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Apple has discontinued support for legacy Palm OS devices in Mac OS X Snow Leopard’s iSync 3.1.0 according to AppleInsider. Per sources familiar with the latest Gold Master build, users of Palm OS devices will need to obtain third party support for syncing their Palm Desktop information with Mac OS X’s Sync Services.

Palm continues to provide a very old version of Palm Desktop 4.2.1D for Mac users, enabling syncing with legacy Palm Centro, Treo, Zire, Tungsten, LifeDrive, and Pilot models via its Mac OS X Universal Binary desktop software. That software is based upon what was originally Apple’s Claris Organizer, which Steve Jobs sold to Palm over a decade ago as Apple divested itself of its already long in the tooth Claris apps.

In addition with launching its Macs as the “digital hub” and selling the iPod, Apple developed iSync for Mac OS X, a set of software which enabled devices from any manufacturer to sync their data with a common store shared by desktop apps including iCal and Address Book. It eventually allowed users to also sync that information with Apple’s .Mac service, now called MobileMe.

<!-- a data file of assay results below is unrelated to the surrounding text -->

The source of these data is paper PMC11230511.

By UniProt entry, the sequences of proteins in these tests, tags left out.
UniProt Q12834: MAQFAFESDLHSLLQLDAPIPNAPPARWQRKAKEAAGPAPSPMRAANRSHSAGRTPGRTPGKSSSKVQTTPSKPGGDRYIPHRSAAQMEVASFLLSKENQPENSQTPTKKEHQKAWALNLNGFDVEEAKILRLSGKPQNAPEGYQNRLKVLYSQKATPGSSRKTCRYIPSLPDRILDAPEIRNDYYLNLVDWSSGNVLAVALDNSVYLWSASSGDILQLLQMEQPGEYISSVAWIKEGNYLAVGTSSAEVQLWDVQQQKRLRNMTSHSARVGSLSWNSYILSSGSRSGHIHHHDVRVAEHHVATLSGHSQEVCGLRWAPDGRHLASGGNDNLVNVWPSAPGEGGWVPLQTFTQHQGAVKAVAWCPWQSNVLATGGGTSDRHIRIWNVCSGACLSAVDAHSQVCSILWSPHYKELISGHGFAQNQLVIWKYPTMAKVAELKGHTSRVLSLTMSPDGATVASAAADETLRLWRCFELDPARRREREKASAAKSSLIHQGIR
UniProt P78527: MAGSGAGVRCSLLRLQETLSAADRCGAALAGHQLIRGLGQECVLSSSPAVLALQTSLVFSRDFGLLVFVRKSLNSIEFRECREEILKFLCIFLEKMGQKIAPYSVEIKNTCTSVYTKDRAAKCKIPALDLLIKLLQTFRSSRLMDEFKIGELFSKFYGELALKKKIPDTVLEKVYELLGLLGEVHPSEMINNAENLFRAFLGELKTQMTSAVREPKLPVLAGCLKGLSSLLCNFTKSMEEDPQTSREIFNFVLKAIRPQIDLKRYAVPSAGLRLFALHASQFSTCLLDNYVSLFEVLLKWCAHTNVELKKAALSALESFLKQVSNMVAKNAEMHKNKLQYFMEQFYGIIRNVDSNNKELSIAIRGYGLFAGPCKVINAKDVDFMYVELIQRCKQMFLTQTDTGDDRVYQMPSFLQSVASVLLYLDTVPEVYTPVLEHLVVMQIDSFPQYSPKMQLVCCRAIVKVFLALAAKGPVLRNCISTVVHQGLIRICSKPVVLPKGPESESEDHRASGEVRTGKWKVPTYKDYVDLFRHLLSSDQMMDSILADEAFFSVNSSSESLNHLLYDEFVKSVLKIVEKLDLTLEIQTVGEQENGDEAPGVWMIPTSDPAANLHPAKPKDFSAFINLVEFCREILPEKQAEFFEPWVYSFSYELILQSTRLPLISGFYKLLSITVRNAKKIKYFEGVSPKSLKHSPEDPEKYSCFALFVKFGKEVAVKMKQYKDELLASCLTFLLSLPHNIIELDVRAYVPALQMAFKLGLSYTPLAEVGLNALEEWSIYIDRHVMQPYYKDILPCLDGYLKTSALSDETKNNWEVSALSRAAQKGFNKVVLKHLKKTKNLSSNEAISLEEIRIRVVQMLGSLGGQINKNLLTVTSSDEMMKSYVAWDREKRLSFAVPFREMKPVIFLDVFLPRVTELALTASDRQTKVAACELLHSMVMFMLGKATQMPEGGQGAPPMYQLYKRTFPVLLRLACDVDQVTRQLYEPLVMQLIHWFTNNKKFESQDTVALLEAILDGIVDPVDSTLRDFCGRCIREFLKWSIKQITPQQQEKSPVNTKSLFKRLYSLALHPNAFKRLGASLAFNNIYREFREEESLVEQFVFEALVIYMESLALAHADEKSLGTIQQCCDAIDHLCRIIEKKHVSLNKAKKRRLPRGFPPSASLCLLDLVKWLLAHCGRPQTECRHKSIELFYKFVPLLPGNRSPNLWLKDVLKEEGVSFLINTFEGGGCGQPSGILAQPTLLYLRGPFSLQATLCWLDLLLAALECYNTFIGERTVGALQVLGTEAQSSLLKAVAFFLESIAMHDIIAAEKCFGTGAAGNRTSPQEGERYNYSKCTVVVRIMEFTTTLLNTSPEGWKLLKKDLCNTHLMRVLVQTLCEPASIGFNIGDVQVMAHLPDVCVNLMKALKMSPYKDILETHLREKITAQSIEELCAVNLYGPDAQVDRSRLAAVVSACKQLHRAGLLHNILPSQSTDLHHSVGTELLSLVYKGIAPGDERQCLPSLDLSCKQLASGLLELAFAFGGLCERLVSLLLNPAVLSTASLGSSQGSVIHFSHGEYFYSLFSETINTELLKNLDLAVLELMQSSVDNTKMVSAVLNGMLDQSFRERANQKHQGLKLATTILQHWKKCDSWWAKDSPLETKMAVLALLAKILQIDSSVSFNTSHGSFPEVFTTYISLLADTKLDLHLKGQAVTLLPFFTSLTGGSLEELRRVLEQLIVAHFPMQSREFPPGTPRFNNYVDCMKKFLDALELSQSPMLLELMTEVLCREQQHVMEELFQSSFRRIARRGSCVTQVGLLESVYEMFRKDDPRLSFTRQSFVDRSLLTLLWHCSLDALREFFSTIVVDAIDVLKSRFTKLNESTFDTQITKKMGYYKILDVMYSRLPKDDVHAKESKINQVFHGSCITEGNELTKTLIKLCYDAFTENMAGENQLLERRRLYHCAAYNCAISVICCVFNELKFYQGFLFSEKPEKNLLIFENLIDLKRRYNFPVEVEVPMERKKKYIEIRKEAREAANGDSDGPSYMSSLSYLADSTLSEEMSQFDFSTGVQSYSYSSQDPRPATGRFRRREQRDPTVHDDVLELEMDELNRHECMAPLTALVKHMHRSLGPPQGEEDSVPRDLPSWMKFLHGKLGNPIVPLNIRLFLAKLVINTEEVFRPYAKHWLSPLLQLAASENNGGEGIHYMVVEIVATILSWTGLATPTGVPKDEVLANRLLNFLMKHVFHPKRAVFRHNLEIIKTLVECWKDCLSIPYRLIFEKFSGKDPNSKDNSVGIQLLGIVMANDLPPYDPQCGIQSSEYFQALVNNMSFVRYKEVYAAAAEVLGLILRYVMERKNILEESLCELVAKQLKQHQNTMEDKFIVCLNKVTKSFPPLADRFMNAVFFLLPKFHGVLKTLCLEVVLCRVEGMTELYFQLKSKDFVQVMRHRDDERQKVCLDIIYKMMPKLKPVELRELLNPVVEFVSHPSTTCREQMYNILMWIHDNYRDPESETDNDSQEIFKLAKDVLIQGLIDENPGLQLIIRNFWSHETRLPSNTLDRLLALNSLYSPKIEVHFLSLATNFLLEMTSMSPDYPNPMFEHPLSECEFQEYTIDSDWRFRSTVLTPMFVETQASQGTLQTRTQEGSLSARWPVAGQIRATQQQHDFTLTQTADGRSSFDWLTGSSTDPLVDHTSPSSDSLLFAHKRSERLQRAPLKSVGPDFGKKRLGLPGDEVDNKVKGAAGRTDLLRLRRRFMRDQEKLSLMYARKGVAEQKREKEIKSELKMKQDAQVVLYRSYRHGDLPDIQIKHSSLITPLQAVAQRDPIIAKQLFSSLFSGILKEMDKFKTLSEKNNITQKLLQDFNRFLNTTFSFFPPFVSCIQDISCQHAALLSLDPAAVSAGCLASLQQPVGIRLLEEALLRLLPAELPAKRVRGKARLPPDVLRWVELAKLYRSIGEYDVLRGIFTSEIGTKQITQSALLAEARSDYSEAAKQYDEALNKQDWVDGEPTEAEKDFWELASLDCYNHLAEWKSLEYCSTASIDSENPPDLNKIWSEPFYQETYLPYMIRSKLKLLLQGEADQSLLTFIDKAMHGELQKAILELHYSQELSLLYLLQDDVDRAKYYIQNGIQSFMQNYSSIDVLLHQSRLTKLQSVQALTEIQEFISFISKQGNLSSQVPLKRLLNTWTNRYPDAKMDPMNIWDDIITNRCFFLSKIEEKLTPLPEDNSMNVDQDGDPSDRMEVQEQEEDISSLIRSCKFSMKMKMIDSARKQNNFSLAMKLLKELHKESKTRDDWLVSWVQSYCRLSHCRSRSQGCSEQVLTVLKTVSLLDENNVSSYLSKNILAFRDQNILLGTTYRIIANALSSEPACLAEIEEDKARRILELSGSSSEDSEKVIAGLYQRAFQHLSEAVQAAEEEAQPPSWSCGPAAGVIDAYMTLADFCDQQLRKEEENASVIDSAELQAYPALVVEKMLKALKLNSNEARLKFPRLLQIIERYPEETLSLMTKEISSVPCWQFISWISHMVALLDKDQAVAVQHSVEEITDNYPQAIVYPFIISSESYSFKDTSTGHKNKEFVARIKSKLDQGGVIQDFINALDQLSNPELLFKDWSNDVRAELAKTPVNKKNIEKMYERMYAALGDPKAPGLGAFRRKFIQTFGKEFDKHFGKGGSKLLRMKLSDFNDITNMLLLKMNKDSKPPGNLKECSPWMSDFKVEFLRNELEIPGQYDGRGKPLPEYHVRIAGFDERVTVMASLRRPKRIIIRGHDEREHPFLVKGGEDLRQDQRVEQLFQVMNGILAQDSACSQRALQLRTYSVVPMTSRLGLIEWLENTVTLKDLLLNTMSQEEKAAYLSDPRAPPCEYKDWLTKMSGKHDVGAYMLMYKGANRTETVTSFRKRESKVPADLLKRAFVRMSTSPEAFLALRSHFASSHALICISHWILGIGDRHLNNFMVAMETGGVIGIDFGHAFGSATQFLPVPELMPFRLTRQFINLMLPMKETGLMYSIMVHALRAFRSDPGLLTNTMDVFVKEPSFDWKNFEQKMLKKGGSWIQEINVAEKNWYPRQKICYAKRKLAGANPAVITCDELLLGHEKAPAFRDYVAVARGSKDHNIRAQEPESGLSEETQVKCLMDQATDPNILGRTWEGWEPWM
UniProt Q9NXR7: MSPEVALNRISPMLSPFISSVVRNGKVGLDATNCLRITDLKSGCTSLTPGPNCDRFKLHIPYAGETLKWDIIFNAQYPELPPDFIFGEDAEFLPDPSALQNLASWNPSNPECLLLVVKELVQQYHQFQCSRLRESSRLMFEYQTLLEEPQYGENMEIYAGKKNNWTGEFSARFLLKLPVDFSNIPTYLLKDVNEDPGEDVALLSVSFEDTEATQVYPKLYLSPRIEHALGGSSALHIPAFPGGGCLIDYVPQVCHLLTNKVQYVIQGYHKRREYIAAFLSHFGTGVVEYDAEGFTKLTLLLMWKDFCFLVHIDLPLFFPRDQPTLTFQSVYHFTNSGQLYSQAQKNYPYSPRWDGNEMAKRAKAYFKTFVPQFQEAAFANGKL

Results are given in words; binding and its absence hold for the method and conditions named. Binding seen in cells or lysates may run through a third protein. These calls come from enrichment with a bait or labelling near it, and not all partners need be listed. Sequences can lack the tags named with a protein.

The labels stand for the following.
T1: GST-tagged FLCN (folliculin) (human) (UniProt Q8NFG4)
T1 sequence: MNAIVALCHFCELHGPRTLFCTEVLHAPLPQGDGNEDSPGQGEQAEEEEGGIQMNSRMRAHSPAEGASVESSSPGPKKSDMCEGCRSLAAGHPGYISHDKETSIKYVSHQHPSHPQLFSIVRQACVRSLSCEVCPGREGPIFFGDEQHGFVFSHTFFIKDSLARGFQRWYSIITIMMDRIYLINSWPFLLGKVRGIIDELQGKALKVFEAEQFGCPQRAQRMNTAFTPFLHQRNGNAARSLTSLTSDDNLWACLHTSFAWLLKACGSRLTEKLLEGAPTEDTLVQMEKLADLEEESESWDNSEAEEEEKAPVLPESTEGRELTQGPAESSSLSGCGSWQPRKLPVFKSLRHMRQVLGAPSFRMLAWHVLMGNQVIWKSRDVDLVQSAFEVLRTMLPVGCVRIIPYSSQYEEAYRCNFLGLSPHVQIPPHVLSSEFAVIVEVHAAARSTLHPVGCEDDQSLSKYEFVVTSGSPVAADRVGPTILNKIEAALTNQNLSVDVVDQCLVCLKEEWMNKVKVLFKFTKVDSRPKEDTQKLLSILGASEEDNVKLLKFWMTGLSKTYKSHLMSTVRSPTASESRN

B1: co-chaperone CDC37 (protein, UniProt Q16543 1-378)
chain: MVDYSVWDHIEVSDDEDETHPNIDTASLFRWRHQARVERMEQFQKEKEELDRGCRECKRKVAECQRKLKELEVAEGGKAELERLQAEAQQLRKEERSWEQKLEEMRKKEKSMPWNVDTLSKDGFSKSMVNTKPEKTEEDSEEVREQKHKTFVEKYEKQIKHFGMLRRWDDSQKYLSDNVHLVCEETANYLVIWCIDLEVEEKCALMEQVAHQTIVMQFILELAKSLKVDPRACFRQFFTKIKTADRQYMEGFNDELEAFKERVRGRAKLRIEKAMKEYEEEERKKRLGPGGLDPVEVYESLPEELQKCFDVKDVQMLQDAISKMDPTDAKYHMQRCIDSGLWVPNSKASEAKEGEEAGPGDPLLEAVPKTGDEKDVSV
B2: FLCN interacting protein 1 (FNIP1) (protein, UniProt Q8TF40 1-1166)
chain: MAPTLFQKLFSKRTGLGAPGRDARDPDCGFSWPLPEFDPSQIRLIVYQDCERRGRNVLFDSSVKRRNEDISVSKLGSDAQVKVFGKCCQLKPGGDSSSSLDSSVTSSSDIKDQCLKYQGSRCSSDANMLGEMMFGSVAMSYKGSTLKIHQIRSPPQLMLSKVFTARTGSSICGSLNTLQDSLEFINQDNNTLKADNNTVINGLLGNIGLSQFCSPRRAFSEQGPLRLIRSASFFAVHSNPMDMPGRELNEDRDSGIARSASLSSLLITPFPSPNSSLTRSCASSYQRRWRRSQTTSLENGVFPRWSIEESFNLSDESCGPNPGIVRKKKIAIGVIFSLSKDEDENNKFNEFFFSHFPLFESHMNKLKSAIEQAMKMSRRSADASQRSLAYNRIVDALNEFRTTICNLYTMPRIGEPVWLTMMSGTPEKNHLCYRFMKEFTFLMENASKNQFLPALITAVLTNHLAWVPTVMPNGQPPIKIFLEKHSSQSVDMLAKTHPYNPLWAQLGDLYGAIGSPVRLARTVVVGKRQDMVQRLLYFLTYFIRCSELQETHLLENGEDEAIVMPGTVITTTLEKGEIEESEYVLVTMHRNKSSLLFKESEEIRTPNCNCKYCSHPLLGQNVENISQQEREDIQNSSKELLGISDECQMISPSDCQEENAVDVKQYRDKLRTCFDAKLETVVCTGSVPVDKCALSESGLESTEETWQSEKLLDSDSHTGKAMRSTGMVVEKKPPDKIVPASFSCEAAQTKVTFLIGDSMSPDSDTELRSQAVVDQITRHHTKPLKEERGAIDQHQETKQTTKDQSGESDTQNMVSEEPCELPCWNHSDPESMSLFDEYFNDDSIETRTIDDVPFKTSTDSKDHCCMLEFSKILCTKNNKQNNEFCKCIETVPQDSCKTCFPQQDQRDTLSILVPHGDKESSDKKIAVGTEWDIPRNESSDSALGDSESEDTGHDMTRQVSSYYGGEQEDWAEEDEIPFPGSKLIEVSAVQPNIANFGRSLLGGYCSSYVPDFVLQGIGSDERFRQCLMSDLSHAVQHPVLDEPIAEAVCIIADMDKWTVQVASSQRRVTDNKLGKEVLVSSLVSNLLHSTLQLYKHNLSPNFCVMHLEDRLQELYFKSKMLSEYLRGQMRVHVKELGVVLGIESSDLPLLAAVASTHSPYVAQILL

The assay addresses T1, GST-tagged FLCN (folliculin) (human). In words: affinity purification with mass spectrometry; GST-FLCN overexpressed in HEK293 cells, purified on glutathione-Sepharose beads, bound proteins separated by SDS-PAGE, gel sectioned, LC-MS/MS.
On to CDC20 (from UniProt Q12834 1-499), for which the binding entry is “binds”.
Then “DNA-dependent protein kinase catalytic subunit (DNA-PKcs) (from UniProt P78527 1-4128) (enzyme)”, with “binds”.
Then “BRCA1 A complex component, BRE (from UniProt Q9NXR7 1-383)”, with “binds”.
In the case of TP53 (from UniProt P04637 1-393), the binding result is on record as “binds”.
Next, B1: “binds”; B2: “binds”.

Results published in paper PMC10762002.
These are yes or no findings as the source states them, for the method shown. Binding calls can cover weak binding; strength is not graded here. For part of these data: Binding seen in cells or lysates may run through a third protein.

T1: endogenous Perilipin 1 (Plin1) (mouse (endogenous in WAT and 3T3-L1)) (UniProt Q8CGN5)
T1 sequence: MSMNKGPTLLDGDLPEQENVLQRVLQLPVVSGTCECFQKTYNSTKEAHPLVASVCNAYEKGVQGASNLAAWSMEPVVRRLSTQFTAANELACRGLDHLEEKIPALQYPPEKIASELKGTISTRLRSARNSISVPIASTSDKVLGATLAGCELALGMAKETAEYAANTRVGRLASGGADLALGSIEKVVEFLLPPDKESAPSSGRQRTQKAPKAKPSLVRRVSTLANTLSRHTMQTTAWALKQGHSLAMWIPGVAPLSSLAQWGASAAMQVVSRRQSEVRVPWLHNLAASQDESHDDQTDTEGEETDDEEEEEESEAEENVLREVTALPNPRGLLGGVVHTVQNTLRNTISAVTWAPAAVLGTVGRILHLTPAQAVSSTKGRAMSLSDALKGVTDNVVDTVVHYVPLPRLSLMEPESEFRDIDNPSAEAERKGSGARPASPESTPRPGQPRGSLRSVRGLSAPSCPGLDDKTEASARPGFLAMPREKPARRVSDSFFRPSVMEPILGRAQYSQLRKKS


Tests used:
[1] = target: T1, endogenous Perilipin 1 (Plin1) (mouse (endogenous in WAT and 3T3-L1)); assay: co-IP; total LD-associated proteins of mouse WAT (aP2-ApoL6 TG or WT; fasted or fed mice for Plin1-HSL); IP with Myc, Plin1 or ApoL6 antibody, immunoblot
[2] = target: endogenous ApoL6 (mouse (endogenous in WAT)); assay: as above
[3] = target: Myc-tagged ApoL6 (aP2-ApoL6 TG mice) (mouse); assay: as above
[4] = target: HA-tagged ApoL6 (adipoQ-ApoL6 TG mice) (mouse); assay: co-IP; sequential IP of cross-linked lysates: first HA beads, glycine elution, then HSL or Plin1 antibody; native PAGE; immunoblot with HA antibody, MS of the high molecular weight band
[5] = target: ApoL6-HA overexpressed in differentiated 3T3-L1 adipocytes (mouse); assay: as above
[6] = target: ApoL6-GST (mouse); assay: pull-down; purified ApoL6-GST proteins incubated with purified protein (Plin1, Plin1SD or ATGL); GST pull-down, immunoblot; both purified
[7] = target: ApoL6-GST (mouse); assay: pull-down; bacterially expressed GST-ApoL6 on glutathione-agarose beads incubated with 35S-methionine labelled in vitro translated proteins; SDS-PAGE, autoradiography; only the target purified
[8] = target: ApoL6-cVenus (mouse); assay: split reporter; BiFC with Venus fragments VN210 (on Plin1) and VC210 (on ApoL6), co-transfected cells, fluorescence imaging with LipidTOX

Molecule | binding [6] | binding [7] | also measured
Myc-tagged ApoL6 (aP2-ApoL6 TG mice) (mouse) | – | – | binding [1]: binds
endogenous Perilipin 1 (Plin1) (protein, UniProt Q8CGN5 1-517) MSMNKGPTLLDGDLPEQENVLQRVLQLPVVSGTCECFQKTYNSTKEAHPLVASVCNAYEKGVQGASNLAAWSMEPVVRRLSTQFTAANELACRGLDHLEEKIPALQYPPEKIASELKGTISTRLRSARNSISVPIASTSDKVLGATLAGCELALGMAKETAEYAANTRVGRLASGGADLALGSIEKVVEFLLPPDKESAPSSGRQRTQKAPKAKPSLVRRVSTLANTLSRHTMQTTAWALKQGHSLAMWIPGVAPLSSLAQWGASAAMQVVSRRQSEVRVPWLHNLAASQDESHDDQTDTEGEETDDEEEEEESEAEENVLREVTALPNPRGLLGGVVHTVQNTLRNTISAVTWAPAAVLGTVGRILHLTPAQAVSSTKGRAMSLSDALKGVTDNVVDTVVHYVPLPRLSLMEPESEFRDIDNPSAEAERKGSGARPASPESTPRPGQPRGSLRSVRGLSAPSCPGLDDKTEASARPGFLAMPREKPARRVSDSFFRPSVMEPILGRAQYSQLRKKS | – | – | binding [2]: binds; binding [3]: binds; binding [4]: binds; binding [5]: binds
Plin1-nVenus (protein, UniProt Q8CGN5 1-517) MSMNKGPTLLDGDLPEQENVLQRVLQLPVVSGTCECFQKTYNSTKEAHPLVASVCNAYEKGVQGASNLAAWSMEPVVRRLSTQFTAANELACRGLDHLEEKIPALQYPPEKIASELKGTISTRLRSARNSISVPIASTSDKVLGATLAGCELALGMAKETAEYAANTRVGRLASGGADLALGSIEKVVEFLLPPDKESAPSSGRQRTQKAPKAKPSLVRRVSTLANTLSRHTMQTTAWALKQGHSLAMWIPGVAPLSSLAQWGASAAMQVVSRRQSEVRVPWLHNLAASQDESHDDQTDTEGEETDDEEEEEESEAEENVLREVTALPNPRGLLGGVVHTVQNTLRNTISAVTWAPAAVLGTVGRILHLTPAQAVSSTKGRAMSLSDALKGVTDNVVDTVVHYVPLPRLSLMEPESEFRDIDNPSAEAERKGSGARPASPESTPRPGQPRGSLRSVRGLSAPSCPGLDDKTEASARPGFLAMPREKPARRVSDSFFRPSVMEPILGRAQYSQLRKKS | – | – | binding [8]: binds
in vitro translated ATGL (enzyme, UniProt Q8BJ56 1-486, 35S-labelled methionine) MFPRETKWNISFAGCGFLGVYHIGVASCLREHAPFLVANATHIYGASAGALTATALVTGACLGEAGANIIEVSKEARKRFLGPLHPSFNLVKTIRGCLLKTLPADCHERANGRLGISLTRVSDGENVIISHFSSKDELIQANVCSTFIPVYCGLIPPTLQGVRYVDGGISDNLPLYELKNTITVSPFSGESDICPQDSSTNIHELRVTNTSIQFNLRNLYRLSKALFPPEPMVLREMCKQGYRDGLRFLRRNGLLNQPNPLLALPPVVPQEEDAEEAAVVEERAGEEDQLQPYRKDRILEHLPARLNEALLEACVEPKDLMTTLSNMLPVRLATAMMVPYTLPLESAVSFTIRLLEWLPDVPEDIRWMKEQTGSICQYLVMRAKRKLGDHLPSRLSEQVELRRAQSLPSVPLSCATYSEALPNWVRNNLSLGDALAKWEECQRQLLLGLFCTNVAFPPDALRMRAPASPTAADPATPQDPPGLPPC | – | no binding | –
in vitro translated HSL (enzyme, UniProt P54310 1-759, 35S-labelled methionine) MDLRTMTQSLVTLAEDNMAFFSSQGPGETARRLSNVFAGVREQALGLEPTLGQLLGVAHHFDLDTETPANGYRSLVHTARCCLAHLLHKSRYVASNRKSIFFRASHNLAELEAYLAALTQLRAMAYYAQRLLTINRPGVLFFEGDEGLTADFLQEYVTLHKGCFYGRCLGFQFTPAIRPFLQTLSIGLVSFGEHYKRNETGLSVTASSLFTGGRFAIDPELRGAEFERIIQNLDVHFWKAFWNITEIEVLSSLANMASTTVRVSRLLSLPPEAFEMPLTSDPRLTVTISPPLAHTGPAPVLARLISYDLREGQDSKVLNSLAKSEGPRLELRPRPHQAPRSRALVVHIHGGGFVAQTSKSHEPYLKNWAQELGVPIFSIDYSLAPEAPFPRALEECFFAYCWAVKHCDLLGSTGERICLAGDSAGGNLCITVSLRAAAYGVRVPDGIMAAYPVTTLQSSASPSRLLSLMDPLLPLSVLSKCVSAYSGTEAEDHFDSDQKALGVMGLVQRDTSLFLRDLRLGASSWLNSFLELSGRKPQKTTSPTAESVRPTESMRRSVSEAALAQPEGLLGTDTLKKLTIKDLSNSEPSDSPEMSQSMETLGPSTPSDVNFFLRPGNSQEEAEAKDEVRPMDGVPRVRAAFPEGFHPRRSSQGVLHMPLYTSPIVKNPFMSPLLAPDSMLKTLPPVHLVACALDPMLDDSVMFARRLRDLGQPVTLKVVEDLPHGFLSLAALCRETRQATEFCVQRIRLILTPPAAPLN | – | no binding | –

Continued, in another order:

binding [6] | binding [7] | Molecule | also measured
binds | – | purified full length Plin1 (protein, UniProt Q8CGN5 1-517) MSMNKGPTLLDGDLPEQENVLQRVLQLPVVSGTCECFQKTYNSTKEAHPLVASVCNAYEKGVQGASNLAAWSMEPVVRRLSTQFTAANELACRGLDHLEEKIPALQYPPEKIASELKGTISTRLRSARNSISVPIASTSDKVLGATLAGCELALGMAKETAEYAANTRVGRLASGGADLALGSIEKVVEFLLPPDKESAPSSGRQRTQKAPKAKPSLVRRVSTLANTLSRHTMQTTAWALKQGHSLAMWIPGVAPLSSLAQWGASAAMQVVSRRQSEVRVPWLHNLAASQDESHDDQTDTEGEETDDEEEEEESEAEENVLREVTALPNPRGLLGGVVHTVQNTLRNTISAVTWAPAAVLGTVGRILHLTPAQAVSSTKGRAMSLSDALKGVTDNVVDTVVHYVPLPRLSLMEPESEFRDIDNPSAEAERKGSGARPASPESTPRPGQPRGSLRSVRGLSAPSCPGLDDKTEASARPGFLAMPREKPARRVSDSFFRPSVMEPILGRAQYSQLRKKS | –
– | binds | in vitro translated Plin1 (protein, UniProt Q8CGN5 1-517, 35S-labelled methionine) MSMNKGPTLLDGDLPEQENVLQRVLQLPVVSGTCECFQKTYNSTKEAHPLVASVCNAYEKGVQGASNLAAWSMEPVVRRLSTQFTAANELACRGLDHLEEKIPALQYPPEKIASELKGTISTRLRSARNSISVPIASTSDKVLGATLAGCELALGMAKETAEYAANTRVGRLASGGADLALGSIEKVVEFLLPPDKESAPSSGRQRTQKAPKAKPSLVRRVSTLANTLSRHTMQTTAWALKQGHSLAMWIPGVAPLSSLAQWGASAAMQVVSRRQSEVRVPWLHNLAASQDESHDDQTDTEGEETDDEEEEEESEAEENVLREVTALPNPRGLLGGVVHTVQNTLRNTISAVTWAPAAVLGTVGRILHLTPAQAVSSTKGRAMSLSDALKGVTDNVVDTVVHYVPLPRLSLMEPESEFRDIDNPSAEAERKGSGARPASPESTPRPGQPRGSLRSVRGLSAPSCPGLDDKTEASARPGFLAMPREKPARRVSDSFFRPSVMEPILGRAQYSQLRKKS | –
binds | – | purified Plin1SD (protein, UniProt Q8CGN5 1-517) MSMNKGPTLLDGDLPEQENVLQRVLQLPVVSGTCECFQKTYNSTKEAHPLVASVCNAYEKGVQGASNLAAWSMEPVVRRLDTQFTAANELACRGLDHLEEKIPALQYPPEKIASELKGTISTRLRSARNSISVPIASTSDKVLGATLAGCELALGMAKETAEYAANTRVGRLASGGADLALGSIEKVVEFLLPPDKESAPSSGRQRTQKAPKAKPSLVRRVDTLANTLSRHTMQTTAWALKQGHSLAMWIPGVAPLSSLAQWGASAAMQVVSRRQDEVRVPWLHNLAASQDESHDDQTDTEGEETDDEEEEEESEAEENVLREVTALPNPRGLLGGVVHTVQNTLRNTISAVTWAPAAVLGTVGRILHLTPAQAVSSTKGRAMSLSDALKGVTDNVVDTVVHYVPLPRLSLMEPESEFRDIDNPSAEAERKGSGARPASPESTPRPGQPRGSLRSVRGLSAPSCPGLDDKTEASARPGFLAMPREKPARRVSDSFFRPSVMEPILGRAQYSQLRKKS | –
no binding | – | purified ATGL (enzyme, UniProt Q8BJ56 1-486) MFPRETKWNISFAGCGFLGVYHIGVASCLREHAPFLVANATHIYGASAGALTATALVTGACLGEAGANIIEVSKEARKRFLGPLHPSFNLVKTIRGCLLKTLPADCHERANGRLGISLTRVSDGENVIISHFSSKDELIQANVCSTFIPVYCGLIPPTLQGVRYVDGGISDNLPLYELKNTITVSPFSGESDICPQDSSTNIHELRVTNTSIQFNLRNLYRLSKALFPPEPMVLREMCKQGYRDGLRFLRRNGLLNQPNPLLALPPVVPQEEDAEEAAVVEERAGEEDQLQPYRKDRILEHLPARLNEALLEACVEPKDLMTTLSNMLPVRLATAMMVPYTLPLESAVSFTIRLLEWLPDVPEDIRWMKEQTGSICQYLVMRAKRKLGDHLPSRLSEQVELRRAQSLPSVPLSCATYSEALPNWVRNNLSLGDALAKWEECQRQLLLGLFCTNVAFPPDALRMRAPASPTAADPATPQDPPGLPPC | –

Palm apparently never bothered to update its Palm Desktop for Mac software to make it compatible with Apple’s iSync. Instead, Apple, in an effort to keep Macs compatible with Palm’s device, created its own Palm Conduit software that linked Palm Desktop’s HotSync system into iSync. This software was then incorporated as part of iSync 2.0, released as part of Mac OS X Tiger nearly half a decade ago.

With Palm all but abandoning its “classic” devices developed prior to the release of the new Palm Pre, which does not use the same legacy Palm OS nor its HotSync or Palm Desktop software, the value of maintaining HotSync support in Mac OS X has dropped dramatically, leaving Apple to cut the support from the version that ships with Mac OS X Snow Leopard entirely.

It does not appear that the discontinuation of legacy Palm OS support in iSync is related to efforts by Palm to trick iTunes into syncing data with the new Palm Pre as if it were an iPod.

Third party software, including the Missing Sync from Mark/Space, enables Mac users to sync calendars, contacts, bookmarks, music, documents and other information between older Palm OS devices as well as other hardware including the new Palm Pre, BlackBerry, Symbian, and Windows Mobile phones and the Sony PlayStation Portable.

QuarkXPress 8.1 Out the Door

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Date: Wednesday, August 5th, 2009, 03:02
Category: Software

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Late Tuesday, software developer Quark released version 8.1 of its QuarkXPress design application. The 752 megabyte update, which can be downloaded here, adds the following fixes and changes:

* Improves PDF output capabilities.